In an episode of the television series Seinfeld, titled The Bubble Boy, the character George Costanza visits a boy named Donald. Donald has an immune deficiency and must live behind a plastic divider, or bubble, but that is not important for our story here.
George and Donald decide to play a game of Trivial Pursuit. At one point, Donald must answer the question, “Who invaded Spain in the 8th century?” Donald answers “the Moors”, which would seem to be a reasonable answer for anyone with a passing familiarity with European history. However, the answer on the card is a misprint – it says “the Moops”. George refuses to accept “the Moors” as the correct answer. As you might expect from a Seinfeld episode, Donald resorts to physical violence.
The Affordable Care Act, also known as “Obamacare”, can be understood as a three-legged stool. One leg is the requirement that health insurers insure anyone, regardless of how sick they already are. Another leg is the mandate that everyone get health insurance, or pay a penalty. The last leg is the subsidy that middle-income people receive, so that they can get insurance even if they couldn't otherwise afford it.
If any one of the legs is removed, the whole system collapses. If insurers don't have to insure anyone, they will cherry-pick the healthiest people, and the sickest people will end up with no insurance at all, like our previous system. If nobody is required to get insurance, only the sickest people will find it worthwhile, insurers will raise their rates to compensate for higher costs, and moderately healthy people will not be able to afford it. If middle-income people receive no subsidies, they will pay the smaller penalty instead, unless they get sick, and then we are back to only the sickest people buying insurance.
The Affordable Care Act sets up a system where each state can set up an exchange, where insurers can sell and where individuals can buy insurance. The federal government has set up an exchange for the states (34 of them) that did not set up their own exchange. A state that sets up its own exchange has discretion over standards for insurance plans and can negotiate prices with insurers.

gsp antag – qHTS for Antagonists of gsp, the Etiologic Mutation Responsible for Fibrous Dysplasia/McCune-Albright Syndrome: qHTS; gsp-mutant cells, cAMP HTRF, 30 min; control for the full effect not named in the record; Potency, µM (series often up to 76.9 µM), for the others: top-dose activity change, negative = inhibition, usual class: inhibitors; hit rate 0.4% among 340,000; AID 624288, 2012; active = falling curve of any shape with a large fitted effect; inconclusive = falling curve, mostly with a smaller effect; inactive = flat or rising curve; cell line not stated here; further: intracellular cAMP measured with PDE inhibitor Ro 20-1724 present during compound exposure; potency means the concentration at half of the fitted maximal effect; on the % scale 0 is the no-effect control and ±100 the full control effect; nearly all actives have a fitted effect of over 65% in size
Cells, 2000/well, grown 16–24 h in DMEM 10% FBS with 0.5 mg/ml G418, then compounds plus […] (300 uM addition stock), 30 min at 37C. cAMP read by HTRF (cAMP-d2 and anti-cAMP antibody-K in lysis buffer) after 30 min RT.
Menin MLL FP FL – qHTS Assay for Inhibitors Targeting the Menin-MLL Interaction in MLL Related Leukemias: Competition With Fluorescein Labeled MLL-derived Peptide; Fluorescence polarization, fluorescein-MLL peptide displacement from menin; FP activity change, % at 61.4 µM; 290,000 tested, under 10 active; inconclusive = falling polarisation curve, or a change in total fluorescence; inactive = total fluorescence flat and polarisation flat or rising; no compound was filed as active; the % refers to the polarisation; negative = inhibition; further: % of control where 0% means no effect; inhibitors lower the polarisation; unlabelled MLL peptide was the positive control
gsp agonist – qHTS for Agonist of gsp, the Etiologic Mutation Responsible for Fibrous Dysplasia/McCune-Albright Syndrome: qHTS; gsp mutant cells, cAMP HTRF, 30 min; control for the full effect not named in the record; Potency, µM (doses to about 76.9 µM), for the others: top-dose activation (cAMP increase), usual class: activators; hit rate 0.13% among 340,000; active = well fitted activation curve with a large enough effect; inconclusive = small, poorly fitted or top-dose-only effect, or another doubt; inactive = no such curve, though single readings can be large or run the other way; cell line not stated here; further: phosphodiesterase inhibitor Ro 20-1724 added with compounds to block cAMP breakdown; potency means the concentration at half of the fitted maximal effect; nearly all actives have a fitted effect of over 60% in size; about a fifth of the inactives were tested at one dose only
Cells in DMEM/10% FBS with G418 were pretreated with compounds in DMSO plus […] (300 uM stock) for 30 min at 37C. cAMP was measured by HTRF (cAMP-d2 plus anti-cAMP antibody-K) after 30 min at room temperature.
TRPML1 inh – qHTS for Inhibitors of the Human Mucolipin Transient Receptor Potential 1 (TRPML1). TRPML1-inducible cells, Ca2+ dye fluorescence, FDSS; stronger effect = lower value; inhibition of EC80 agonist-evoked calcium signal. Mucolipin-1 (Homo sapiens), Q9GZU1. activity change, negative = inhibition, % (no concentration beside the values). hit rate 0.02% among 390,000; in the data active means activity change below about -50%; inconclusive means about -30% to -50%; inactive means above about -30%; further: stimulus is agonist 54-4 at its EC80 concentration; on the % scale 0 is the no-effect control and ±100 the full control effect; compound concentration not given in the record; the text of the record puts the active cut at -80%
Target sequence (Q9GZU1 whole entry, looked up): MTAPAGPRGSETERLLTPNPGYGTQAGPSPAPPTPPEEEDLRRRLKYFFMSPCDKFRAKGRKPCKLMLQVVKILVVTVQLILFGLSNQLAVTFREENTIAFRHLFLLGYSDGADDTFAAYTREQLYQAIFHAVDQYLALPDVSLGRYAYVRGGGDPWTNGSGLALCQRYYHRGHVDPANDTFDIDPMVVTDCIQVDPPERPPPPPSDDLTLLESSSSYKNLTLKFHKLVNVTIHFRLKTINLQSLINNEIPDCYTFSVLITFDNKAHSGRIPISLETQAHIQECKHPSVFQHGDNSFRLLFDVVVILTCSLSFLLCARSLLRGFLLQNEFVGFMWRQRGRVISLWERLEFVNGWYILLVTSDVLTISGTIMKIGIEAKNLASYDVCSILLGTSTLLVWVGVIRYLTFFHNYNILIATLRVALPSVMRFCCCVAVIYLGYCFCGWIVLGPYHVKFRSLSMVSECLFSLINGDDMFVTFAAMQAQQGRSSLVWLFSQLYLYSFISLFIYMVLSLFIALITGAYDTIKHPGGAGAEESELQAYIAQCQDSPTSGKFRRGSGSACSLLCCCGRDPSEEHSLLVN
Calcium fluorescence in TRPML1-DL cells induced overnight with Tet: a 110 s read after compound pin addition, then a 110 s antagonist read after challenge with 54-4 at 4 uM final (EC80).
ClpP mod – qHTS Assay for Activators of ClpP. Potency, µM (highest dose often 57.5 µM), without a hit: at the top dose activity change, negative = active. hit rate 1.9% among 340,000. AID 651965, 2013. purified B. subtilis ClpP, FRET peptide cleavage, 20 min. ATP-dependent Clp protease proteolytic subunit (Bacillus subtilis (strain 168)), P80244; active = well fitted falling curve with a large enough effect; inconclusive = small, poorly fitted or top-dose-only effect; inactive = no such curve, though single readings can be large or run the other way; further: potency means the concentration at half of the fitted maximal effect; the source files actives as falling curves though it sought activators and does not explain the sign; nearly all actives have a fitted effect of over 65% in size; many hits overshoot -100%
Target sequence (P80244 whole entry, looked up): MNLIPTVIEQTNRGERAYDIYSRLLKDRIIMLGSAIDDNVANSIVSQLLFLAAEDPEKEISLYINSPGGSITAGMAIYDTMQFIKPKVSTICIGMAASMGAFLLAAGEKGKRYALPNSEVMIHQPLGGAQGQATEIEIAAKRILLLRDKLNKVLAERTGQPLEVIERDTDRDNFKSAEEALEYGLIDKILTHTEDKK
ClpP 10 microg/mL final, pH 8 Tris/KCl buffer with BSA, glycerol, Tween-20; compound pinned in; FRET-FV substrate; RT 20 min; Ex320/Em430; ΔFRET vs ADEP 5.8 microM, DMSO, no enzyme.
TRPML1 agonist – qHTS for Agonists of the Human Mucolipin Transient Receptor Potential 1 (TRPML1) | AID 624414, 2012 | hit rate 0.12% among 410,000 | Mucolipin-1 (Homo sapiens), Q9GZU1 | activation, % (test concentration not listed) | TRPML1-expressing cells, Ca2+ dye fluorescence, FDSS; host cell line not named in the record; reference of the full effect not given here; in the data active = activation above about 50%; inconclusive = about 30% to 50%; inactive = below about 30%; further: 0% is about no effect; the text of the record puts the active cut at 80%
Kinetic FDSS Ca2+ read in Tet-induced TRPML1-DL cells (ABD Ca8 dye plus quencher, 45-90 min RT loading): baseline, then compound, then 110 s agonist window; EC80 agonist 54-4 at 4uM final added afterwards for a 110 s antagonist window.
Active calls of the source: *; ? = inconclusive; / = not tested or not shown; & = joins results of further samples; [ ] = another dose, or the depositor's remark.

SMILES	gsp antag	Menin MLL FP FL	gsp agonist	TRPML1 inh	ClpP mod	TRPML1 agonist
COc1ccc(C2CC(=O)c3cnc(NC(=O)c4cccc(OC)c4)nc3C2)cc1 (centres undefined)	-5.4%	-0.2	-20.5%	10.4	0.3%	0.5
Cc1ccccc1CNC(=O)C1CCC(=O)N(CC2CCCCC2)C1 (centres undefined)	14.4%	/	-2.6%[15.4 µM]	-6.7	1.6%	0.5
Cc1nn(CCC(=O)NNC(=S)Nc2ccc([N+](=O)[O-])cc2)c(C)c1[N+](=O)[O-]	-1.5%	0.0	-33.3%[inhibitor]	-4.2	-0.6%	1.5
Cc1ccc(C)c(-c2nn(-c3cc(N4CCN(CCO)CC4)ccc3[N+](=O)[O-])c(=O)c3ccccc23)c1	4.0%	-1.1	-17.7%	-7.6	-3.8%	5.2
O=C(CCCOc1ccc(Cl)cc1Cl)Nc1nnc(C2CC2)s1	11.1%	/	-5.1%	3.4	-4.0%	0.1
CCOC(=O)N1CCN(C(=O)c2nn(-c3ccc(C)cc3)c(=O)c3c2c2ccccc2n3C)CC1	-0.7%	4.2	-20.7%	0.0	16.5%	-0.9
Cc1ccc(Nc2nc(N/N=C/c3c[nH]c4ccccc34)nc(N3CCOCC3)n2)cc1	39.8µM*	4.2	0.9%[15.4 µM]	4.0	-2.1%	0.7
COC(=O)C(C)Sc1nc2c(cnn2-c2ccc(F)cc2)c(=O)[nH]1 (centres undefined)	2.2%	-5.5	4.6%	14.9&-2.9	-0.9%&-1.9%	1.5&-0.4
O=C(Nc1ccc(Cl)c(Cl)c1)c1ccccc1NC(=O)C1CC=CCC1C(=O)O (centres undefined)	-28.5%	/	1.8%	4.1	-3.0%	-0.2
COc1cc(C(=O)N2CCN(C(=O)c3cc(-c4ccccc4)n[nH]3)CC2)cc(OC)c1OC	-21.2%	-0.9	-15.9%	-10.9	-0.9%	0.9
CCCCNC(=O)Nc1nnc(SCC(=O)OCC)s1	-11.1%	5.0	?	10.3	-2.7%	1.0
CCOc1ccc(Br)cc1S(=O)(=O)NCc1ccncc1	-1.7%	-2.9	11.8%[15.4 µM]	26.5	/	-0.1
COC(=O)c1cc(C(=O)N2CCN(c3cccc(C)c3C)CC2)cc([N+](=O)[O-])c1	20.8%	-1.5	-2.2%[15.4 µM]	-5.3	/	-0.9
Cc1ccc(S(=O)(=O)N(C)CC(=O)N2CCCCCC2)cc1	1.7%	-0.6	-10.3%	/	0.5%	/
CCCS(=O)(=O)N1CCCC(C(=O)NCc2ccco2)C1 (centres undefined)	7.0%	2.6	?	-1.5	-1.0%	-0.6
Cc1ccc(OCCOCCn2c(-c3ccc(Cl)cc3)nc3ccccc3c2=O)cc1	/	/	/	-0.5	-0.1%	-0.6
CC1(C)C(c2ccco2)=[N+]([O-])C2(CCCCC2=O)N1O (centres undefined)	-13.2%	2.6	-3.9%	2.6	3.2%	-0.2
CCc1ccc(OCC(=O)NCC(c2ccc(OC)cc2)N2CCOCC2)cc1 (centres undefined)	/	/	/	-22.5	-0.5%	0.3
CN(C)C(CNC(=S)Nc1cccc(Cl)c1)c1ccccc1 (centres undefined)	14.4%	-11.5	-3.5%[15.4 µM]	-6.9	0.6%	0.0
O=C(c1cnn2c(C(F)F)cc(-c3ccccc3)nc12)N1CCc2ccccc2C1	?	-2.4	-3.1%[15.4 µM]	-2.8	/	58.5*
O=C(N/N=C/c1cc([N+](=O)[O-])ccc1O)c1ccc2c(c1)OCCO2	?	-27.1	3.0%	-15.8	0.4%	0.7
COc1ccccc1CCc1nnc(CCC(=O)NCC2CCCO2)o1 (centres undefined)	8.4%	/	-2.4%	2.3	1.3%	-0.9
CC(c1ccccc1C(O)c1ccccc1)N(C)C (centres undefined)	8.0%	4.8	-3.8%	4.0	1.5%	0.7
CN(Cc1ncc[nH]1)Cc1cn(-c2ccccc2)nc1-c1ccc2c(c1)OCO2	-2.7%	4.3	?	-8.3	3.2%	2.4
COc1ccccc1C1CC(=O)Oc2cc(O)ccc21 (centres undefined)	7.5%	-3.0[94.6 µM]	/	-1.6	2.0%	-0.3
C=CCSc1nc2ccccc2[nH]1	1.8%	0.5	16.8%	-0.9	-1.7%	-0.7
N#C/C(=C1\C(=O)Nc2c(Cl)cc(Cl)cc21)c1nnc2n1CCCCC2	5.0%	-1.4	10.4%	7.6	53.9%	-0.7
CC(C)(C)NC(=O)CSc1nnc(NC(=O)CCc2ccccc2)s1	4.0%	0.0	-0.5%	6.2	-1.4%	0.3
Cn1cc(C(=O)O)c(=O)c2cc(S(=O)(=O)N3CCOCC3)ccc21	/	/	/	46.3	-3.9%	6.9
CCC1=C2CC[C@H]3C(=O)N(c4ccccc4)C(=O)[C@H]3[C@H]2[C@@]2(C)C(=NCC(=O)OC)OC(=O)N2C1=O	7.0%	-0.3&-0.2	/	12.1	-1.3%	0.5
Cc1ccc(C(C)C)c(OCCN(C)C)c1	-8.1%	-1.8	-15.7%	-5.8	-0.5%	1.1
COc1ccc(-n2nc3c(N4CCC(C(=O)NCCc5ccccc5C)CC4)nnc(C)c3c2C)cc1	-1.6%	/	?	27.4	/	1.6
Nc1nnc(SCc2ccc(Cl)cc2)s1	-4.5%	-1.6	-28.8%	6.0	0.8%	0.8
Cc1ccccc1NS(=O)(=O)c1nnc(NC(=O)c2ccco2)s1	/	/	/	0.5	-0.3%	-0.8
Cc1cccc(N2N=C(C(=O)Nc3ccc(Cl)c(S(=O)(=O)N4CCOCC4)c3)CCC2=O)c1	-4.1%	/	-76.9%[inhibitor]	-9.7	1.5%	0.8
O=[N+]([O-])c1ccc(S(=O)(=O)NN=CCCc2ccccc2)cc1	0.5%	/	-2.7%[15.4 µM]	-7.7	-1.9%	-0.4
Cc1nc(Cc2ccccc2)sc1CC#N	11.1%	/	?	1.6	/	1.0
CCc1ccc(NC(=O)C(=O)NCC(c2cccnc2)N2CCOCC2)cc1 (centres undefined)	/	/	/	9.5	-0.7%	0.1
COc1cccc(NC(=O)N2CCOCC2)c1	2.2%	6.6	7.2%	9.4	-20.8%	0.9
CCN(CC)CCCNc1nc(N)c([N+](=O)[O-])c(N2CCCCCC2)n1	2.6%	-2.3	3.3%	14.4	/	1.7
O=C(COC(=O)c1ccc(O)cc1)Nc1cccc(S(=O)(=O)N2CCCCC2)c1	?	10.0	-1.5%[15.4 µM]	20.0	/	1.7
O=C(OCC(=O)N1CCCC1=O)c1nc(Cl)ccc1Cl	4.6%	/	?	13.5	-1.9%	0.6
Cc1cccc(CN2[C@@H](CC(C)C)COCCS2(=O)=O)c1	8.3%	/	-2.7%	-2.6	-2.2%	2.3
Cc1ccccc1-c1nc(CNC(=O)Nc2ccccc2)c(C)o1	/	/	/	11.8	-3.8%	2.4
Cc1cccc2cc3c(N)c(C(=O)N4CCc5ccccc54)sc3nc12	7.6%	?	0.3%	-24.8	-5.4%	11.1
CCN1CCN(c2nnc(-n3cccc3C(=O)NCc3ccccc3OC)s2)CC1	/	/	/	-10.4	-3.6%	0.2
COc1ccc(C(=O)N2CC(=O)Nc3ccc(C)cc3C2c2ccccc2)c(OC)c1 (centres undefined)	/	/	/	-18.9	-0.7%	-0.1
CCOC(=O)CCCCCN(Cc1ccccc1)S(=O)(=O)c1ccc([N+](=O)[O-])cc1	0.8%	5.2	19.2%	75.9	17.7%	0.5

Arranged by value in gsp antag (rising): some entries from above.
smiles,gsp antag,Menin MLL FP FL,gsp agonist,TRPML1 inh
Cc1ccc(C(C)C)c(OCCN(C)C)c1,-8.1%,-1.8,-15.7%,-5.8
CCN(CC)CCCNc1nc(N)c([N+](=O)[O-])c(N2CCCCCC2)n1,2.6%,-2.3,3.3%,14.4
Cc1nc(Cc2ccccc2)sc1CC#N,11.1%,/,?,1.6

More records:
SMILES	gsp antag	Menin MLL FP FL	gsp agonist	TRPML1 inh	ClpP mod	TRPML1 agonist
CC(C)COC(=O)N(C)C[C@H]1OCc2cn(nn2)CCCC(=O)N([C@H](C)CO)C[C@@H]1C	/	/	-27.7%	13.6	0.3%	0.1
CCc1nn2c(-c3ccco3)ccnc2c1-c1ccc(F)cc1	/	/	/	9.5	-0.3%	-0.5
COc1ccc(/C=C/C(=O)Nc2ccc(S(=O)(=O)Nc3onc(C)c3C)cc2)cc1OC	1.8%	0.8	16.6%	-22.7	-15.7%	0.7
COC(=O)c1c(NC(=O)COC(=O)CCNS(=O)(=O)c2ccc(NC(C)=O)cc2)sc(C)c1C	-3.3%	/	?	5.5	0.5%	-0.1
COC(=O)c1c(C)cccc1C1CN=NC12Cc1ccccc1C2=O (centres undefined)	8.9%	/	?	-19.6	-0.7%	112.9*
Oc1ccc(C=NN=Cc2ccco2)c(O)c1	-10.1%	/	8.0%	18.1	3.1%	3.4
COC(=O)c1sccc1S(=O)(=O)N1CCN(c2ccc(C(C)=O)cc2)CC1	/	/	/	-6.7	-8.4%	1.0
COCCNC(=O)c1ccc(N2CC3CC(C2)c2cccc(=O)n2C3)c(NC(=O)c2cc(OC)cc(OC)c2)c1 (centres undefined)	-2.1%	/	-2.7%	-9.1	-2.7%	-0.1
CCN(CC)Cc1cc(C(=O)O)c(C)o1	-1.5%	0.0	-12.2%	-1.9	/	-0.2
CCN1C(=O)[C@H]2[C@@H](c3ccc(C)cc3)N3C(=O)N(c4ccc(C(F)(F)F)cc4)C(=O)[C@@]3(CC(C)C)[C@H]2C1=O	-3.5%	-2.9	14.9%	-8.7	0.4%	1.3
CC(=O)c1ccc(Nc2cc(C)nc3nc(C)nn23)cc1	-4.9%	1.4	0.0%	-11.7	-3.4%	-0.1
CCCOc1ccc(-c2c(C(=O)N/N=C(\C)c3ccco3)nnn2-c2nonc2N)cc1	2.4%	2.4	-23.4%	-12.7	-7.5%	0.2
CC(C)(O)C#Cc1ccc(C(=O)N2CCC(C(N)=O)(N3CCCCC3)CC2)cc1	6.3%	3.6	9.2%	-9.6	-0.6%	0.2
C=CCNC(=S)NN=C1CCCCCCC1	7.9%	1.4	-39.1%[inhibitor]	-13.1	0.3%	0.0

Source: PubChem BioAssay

In a case currently in front of the Supreme Court, King versus Burwell, the court must answer the question, “Residents of which states can receive subsidies to buy health insurance?” As it turns out, there was something of a misprint when the Affordable Care Act was drafted. The Act says, “enrolled in through an Exchange established by the State,” where, to be perfectly clear, it could have said, “enrolled in through an Exchange established by a State or the United States Department of Health and Human Services”. The plaintiffs in this case claim that the Act does not intend for residents of states using the federal exchange to receive any subsidies.
But that claim is obviously ridiculous. The state exchanges, which were not in the original bill, were allowed so that states could tailor their health insurance markets to their own requirements. Legislative history and debate at the time reveals that the idea that the federal exchange would not receive subsidies was not even considered.
George Costanza, out of spite for Donald, against all reason, insists that it was the Moops that invaded Spain. The challengers to the Affordable Care Act in King versus Burwell, out of spite for people who can't afford insurance without subsidies – or perhaps out spite for Democrats – against all reason, insist that only people in states with their own exchanges can get the subsidies.